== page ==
Generic Relenza Availability

Relenza is a brand name of zanamivir, approved by the FDA in the following formulation(s):

RELENZA (zanamivir - powder;inhalation)

Has a generic version of Relenza been approved?

No. There is currently no therapeutically equivalent version of Relenza available in the United States.

Note: Fraudulent online pharmacies may attempt to sell an illegal generic version of Relenza. These medications may be counterfeit and potentially unsafe. If you purchase medications online, be sure you are buying from a reputable and valid online pharmacy. Ask your health care provider for advice if you are unsure about the online purchase of any medication.

See also: About generic drugs.

Related Patents

Patents are granted by the U.S. Patent and Trademark Office at any time during a drug's development and may include a wide range of claims.

  • Derivatives and analogues of 2-deoxy-2,3-didehydro-N-acetyl neuraminic acid and their use as antiviral agents
    Patent 5,360,817
    Issued: November 1, 1994
    Inventor(s): von Izstein; Laurence M. & Wu; Wen-Yang & Phan; Tho V. & Danylec; Basil & Jin; Betty
    Assignee(s): Biota Scientific Management Pty Ltd
    Derivatives and analogues of 2-deoxy-2,3-didehydro-N-acetyl neuraminic acid, pharmaceutical formulations thereof, methods for their preparation .and their use in the treatment of viral infections, in particular influenza, are described.
    Patent expiration dates:
    • July 26, 2013
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      Drug substance
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  • Derivatives and analogues of 2-deoxy-2,3-didehydro-n-acetyl neuraminic acid and their use as antiviral agents
    Patent 5,648,379
    Issued: July 15, 1997
    Inventor(s): Von Itzstein; Laurence Mark & Wu; Wen-Yang & Van Phan; Tho & Danylec; Basil & Jin; Betty & Colman; Peter Malcolm & Varghese; Joseph Noozhumurry
    Assignee(s): Biota Scientific Management Pty., Ltd.
    Derivatives and analogues of 2-deoxy-2,3-didehydro-N-acetyl neuraminic acid, pharmaceutical formulations thereof, methods for their preparation and their use in the treatment of viral infections, in particular influenza, are described.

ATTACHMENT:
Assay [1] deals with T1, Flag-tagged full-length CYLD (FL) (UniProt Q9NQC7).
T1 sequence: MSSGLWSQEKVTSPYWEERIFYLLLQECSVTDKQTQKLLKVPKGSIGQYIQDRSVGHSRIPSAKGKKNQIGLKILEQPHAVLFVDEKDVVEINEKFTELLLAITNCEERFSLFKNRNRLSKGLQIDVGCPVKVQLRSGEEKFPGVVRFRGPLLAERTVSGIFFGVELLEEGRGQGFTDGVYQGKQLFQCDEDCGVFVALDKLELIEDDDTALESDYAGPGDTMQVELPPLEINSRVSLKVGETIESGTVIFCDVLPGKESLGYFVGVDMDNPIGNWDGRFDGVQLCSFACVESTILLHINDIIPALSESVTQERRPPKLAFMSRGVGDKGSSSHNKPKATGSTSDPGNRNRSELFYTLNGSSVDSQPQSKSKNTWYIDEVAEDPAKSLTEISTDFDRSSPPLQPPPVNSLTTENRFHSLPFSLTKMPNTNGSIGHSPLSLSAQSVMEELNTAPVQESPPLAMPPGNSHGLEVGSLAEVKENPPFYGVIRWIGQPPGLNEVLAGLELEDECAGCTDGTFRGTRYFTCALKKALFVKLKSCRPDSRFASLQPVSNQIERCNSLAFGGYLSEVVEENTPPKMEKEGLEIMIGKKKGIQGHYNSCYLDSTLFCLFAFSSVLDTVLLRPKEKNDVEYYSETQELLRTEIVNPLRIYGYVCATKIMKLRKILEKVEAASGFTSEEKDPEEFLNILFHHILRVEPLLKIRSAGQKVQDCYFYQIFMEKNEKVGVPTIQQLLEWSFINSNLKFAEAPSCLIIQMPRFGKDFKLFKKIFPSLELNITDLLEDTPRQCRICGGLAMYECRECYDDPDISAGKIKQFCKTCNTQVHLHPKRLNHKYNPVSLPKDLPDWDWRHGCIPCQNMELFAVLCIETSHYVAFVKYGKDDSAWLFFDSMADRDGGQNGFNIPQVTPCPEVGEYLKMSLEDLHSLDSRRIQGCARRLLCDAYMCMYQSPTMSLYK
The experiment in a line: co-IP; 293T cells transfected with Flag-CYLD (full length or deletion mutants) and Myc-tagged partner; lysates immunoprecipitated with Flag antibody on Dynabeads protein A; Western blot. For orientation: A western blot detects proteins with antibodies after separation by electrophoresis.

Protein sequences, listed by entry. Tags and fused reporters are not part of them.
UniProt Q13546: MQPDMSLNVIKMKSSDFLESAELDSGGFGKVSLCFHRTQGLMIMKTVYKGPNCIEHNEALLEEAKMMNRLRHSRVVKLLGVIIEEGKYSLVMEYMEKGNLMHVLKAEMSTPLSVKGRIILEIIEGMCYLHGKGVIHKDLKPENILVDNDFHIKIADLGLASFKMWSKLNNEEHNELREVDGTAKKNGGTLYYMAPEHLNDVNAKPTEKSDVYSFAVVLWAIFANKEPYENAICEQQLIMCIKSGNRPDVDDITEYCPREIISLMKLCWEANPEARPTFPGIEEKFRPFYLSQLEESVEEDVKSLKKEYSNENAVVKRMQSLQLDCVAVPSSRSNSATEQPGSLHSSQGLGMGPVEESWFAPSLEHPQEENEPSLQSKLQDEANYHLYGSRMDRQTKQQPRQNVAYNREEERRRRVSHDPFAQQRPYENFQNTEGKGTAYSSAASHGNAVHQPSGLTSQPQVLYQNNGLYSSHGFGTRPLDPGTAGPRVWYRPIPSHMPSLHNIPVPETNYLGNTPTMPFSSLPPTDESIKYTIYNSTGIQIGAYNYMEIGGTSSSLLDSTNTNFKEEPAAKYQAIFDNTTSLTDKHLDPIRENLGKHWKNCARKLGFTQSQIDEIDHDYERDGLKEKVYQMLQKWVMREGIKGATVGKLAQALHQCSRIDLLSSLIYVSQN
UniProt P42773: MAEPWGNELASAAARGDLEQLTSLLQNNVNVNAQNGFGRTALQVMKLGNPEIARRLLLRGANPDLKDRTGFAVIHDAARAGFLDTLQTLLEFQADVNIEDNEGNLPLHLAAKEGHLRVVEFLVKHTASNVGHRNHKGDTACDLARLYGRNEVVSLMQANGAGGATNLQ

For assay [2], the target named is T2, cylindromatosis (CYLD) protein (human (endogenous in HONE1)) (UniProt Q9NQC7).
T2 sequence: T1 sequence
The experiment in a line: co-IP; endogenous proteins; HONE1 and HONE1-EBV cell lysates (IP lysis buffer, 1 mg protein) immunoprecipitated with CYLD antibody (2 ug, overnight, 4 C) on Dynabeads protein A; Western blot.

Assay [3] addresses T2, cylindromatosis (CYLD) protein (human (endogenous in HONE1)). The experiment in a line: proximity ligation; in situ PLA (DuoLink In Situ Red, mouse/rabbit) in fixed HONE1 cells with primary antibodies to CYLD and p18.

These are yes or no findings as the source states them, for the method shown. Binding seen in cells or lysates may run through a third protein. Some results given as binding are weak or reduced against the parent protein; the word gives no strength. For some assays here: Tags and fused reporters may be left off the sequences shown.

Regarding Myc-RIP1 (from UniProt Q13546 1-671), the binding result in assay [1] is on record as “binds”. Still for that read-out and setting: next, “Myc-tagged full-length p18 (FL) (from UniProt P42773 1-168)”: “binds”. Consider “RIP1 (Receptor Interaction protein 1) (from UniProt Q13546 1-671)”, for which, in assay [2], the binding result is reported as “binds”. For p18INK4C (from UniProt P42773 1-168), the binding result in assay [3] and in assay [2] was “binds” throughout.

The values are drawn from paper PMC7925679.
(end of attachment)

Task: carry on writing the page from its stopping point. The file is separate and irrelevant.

Patent expiration dates:
    • July 15, 2014
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      Patent use: PROPHYLAXIS OF INFLUENZA
    • July 15, 2014
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      Patent use: TREATMENT OF INFLUENZA
    • July 15, 2014
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      Patent use: ZANAMIVIR FOR INHALATION
  • Crystalline N-acetyl neuraminic acid derivatives and process for their preparation
    Patent 6,294,572
    Issued: September 25, 2001
    Inventor(s): Williamson; Christopher & White; William James & Patel; Vipulkumar
    Assignee(s): Biota Scientific Management Pty Ltd.
    Two useful crystal hydrates of 5-acetamido-2,3,4,5-tetradeoxy-4-guanidino-D-glycero-D-galacto-non-2-enopy ranosonic acid have either a low or high aspect ratio. These crystalline N-acetyl neurominic acid derivatives are favored for pharmaceutical formulation because of their physical properties. For example, the low aspect ratio crystal has good flow properties, and the high aspect ratio crystal has a stable water content over time.
    Patent expiration dates:
    • December 15, 2014
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Glossary

TermDefinition
Drug PatentA drug patent is assigned by the U.S. Patent and Trademark Office and assigns exclusive legal right to the patent holder to protect the proprietary chemical formulation. The patent assigns exclusive legal right to the inventor or patent holder, and may include entities such as the drug brand name, trademark, product dosage form, ingredient formulation, or manufacturing process A patent usually expires 20 years from the date of filing, but can be variable based on many factors, including development of new formulations of the original chemical, and patent infringement litigation.
Drug ExclusivityExclusivity is the sole marketing rights granted by the FDA to a manufacturer upon the approval of a drug and may run simultaneously with a patent. Exclusivity periods can run from 180 days to seven years depending upon the circumstance of the exclusivity grant.
RLDA Reference Listed Drug (RLD) is an approved drug product to which new generic versions are compared to show that they are bioequivalent. A drug company seeking approval to market a generic equivalent must refer to the Reference Listed Drug in its Abbreviated New Drug Application (ANDA). By designating a single reference listed drug as the standard to which all generic versions must be shown to be bioequivalent, FDA hopes to avoid possible significant variations among generic drugs and their brand name counterpart.
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